Tuesday, June 29, 2010

Window on Eurasia: Russian Militiamen No Longer Feel They Have to Deny They Use Torture

Paul Goble

Staunton, June 29 – It is bad enough when officials violate the laws of their country but try to hide what they are doing from public view, but it is far worse when they conclude that they can act with impunity and therefore no longer deny what they are doing. And that is exactly what some Russian interior ministry officials have concluded regarding the militia’s use of torture.
In an article in the issue of the Russian edition of “Newsweek” released yesterday, Elizaveta Mayetnaya and Pavel Sedakov note that while some militiamen have been charged with using torture, most of those suspected of doing so have escaped responsibility because of the interconnectedness of the militia and investigators (www.runewsweek.ru/country/34871/).
This pattern was highlighted over the weekend when Russian anti-torture activists like their colleagues around the world marked the International Day for the Support of Victims of Torture, a day Mayetnaya and Sedakov say, presents especial difficulties for Russia which “consistently ranks in the top five countries where torture is most often employed.”
At one commemoration, Oleg Khabibrakhmanov of the Nizhny Novgorod Committee Against Torture told the journalists that “earlier when [the militia] beat subjects, [the officers] tried not to leave traces.” Now, he continued, “no one makes that effort,” confident that prosecutors will not bring charges against them.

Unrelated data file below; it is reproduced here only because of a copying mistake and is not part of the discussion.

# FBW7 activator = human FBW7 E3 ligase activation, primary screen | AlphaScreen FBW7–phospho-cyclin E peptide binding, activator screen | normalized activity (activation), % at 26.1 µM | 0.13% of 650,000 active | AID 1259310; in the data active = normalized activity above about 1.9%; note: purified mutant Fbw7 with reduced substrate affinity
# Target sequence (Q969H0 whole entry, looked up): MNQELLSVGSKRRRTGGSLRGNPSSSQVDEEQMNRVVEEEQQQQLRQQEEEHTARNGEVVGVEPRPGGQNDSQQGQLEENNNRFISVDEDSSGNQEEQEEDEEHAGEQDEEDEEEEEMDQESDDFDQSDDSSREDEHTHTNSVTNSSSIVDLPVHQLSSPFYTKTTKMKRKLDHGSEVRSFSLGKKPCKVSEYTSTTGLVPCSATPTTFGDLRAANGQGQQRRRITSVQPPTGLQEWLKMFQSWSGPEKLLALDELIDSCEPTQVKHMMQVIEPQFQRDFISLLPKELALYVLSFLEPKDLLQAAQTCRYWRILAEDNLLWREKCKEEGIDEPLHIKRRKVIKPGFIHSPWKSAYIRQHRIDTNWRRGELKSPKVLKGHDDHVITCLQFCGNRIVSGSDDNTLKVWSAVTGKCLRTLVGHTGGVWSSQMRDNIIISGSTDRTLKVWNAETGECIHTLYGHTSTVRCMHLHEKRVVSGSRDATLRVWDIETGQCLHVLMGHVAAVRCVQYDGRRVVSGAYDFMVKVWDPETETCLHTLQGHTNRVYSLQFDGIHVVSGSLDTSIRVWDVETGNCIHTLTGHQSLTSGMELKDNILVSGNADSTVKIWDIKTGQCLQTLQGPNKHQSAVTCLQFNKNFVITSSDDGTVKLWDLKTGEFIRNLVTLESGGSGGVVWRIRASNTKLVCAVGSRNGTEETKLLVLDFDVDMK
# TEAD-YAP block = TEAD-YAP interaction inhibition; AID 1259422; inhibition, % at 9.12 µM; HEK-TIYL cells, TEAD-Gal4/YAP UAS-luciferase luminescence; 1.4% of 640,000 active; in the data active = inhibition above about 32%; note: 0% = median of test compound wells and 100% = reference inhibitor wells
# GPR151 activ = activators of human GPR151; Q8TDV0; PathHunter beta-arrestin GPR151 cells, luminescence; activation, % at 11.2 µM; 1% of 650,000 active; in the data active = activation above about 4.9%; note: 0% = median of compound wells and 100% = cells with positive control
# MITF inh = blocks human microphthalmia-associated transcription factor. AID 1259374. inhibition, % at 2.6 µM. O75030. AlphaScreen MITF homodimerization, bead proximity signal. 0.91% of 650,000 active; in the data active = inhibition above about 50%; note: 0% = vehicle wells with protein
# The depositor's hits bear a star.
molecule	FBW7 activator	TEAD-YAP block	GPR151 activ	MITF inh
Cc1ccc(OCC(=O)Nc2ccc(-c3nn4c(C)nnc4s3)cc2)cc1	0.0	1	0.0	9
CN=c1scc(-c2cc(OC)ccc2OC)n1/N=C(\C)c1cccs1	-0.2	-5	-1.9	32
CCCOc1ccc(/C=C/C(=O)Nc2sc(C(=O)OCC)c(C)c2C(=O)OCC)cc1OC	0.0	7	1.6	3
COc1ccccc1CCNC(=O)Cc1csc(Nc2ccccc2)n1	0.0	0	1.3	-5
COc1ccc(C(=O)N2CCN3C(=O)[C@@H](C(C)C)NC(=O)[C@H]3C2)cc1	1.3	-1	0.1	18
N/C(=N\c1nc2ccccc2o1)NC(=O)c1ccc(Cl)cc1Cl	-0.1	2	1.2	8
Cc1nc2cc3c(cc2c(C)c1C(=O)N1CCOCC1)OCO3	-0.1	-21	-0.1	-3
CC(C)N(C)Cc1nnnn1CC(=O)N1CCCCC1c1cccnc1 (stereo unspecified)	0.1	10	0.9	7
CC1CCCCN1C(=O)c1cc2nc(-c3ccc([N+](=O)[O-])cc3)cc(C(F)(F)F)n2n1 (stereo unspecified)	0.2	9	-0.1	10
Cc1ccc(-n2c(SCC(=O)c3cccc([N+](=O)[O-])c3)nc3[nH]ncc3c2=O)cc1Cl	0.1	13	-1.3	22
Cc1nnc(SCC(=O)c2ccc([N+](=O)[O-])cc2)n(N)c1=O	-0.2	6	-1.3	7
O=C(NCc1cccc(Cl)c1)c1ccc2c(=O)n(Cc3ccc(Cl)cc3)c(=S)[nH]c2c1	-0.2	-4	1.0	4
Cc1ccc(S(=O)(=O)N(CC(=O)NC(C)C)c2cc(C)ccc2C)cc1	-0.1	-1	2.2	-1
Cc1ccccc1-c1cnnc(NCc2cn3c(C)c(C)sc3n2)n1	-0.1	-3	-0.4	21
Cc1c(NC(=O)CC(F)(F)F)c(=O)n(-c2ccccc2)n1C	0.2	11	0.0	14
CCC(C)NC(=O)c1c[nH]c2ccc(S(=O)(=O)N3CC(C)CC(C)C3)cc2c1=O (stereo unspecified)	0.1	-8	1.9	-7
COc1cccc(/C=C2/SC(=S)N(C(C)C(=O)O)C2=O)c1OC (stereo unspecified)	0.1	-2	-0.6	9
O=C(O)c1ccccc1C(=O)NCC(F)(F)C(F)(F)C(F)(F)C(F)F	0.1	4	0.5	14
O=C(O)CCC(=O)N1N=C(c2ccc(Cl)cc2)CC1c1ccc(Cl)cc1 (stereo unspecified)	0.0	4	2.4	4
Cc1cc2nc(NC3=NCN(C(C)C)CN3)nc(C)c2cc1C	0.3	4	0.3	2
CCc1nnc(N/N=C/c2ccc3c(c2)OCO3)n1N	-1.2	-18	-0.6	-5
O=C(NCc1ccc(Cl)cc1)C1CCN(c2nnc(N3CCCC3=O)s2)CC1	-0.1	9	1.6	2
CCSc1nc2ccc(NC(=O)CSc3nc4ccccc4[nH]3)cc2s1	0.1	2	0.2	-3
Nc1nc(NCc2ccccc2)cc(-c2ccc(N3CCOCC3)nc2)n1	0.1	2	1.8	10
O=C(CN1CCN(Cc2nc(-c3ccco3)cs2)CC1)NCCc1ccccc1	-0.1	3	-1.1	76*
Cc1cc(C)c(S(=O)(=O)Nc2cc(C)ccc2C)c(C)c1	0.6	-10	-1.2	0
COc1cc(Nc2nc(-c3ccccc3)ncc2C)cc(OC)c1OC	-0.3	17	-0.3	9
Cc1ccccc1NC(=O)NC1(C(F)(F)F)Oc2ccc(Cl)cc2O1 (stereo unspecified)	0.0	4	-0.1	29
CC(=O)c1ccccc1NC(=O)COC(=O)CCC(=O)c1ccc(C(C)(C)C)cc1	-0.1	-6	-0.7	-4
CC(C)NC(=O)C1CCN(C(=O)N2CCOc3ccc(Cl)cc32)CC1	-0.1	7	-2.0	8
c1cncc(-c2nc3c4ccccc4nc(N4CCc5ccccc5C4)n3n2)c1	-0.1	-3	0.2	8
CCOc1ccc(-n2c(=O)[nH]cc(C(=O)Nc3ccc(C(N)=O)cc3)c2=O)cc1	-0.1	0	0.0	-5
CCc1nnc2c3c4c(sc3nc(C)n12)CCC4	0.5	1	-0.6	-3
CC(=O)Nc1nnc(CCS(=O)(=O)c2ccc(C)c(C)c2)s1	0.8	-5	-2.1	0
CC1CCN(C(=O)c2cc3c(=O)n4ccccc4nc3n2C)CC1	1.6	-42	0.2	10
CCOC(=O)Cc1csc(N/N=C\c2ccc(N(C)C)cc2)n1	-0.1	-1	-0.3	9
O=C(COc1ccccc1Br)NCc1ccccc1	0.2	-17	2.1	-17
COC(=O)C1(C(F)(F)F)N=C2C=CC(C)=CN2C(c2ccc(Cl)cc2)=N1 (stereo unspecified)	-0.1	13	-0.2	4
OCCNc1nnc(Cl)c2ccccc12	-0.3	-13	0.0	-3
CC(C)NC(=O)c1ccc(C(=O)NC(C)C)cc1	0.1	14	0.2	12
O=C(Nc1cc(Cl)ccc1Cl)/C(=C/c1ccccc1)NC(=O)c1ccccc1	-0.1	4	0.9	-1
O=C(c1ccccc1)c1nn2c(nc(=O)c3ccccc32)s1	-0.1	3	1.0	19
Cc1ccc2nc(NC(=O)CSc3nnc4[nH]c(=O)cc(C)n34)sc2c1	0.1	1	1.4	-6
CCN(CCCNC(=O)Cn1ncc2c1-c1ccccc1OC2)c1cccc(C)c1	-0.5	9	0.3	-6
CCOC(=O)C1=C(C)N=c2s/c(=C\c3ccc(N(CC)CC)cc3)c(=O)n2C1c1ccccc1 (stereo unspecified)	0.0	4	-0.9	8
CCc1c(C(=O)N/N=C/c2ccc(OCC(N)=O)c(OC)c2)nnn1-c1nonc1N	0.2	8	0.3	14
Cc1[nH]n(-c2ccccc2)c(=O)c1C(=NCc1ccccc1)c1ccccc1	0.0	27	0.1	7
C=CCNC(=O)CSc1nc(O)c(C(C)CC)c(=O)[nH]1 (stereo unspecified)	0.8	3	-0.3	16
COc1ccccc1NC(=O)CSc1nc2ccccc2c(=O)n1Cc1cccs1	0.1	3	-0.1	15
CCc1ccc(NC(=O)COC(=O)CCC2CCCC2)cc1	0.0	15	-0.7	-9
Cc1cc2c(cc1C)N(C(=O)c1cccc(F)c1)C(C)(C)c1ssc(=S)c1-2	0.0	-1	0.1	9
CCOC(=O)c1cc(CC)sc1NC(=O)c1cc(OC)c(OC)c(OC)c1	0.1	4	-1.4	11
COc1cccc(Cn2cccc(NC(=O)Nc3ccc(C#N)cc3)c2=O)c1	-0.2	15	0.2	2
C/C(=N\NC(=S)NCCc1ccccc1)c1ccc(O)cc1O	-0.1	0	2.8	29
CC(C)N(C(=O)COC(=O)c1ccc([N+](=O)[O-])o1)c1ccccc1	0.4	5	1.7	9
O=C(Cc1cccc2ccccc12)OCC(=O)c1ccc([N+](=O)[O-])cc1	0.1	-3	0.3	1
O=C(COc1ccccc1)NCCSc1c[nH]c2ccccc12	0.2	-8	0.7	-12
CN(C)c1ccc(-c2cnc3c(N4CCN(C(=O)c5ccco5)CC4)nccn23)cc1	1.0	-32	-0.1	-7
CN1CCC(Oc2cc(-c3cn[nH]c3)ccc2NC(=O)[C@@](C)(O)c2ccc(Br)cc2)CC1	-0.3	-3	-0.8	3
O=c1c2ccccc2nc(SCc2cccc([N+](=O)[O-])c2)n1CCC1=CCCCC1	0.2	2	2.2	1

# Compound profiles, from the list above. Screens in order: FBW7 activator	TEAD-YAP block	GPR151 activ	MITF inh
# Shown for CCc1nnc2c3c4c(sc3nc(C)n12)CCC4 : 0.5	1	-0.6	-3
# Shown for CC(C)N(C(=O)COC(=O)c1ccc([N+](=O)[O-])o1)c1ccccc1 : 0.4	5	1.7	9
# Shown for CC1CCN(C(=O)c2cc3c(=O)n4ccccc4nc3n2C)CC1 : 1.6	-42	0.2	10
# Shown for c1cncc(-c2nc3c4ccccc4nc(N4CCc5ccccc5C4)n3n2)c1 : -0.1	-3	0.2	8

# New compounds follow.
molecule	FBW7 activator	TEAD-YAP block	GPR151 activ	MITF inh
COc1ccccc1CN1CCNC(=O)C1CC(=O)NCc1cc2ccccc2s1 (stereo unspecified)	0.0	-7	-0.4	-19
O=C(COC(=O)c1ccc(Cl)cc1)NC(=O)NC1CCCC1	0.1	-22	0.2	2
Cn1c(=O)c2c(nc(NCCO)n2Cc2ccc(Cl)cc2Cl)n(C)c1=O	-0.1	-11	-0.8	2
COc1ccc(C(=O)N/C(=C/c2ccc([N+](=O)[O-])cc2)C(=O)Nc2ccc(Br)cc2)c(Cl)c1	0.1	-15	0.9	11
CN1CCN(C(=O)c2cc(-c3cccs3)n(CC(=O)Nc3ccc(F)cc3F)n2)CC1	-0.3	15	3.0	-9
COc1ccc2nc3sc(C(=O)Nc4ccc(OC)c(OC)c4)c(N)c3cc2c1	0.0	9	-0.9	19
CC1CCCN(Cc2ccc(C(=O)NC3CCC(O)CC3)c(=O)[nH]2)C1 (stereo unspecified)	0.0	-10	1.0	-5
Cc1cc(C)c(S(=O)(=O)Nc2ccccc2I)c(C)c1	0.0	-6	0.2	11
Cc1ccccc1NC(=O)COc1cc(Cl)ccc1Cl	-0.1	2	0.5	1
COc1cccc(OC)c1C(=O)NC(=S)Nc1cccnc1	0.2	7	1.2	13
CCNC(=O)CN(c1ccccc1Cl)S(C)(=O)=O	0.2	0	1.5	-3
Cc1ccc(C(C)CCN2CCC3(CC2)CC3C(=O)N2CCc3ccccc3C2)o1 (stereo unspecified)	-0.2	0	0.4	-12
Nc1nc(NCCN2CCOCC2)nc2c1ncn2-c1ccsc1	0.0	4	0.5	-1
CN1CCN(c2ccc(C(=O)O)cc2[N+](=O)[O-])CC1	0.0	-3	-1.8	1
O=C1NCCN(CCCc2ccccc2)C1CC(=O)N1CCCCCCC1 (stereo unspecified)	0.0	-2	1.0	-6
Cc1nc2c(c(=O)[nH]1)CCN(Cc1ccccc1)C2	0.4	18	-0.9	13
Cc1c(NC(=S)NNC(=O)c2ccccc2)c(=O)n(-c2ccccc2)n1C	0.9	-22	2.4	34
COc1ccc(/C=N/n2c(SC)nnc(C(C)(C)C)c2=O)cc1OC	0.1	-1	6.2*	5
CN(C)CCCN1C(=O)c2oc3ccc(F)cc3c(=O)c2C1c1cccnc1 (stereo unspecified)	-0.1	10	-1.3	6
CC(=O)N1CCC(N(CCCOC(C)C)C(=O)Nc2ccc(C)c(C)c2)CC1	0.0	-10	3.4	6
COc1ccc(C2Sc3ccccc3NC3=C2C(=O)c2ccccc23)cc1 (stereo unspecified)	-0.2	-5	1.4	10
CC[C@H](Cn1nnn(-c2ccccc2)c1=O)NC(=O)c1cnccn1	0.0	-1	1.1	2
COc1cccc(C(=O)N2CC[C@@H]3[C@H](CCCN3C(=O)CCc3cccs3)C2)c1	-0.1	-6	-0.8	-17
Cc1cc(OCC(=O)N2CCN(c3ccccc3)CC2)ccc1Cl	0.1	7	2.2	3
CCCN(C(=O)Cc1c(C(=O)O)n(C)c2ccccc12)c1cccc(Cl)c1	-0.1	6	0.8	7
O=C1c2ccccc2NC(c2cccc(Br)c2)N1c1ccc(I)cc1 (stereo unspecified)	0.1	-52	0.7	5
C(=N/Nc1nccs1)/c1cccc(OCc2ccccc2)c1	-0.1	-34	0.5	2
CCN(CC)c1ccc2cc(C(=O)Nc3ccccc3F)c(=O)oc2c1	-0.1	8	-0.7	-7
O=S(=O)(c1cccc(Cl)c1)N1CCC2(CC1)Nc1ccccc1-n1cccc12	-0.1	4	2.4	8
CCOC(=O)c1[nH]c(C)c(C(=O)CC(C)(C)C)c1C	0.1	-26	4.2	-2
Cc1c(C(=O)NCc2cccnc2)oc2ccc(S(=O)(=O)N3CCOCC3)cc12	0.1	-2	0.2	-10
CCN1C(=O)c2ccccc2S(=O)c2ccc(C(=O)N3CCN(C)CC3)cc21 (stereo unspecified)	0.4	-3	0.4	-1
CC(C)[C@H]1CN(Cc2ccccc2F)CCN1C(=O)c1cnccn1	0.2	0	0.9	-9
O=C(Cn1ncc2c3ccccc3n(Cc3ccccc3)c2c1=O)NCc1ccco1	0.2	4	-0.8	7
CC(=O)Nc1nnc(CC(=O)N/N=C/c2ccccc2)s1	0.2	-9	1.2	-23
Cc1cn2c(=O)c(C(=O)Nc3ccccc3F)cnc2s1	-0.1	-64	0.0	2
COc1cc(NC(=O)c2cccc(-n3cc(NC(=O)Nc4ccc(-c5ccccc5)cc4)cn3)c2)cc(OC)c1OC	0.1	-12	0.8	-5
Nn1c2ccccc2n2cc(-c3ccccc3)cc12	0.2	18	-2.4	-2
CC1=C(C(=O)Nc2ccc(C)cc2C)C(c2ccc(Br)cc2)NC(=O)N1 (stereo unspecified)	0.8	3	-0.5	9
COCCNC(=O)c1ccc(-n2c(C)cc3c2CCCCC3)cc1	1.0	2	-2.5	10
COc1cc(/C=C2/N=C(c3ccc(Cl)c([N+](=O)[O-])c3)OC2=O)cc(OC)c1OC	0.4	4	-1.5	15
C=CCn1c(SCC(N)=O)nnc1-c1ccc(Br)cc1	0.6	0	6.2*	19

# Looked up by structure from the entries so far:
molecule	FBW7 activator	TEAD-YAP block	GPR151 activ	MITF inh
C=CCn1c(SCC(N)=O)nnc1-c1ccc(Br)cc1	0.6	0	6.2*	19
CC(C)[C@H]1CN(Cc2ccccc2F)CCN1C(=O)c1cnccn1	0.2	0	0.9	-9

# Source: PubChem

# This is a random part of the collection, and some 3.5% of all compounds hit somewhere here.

Natalya Taubina, director of the Public Verdict Foundation, agrees and points to research anti-torture activists have conducted which shows that “only eight percent of tortures were effectively investigated.” The majority were treated “superficially, not objectively” and in ways that allow prosecutors not to bring charges.
An analysis of Russian cases before the European Court on Human Rights shows, Olga Shepelyeva of the Public Interest Law Institute said, that inadequate investigation of charges of torture is “a systemic problem of Russia.” The Strasbourg court has ordered the payment of compensation, “but no one draws any conclusions” about this pattern.
In addition to the complicity of investigators and prosecutors, anti-torture activists say, Russian militiamen have another method of avoiding responsibility. They often threaten those they are torturing with even worse if they report it, and on occasion, the militiamen have fabricated cases against those who nonetheless do.
“Despite the formal independence of the investigators from the militia,” Taubina says, the links between the two are “very strong.” The investigators depend on the militia for gathering information, and consequently, the procuracy’s investigators are reluctant to bring charges against the militia. Those links must be cut or at least reduced, activists argue.
That will be very difficult, given the Russian criminal justice system, and consequently, the only hope is that prosecutors will take reports of torture by the militia more seriously. But that doesn’t appear to be happening, and this is one of the reasons why “70 percent of Russia’s citizens don’t trust the ilitia and doubt that those in the force structures will defend them.”

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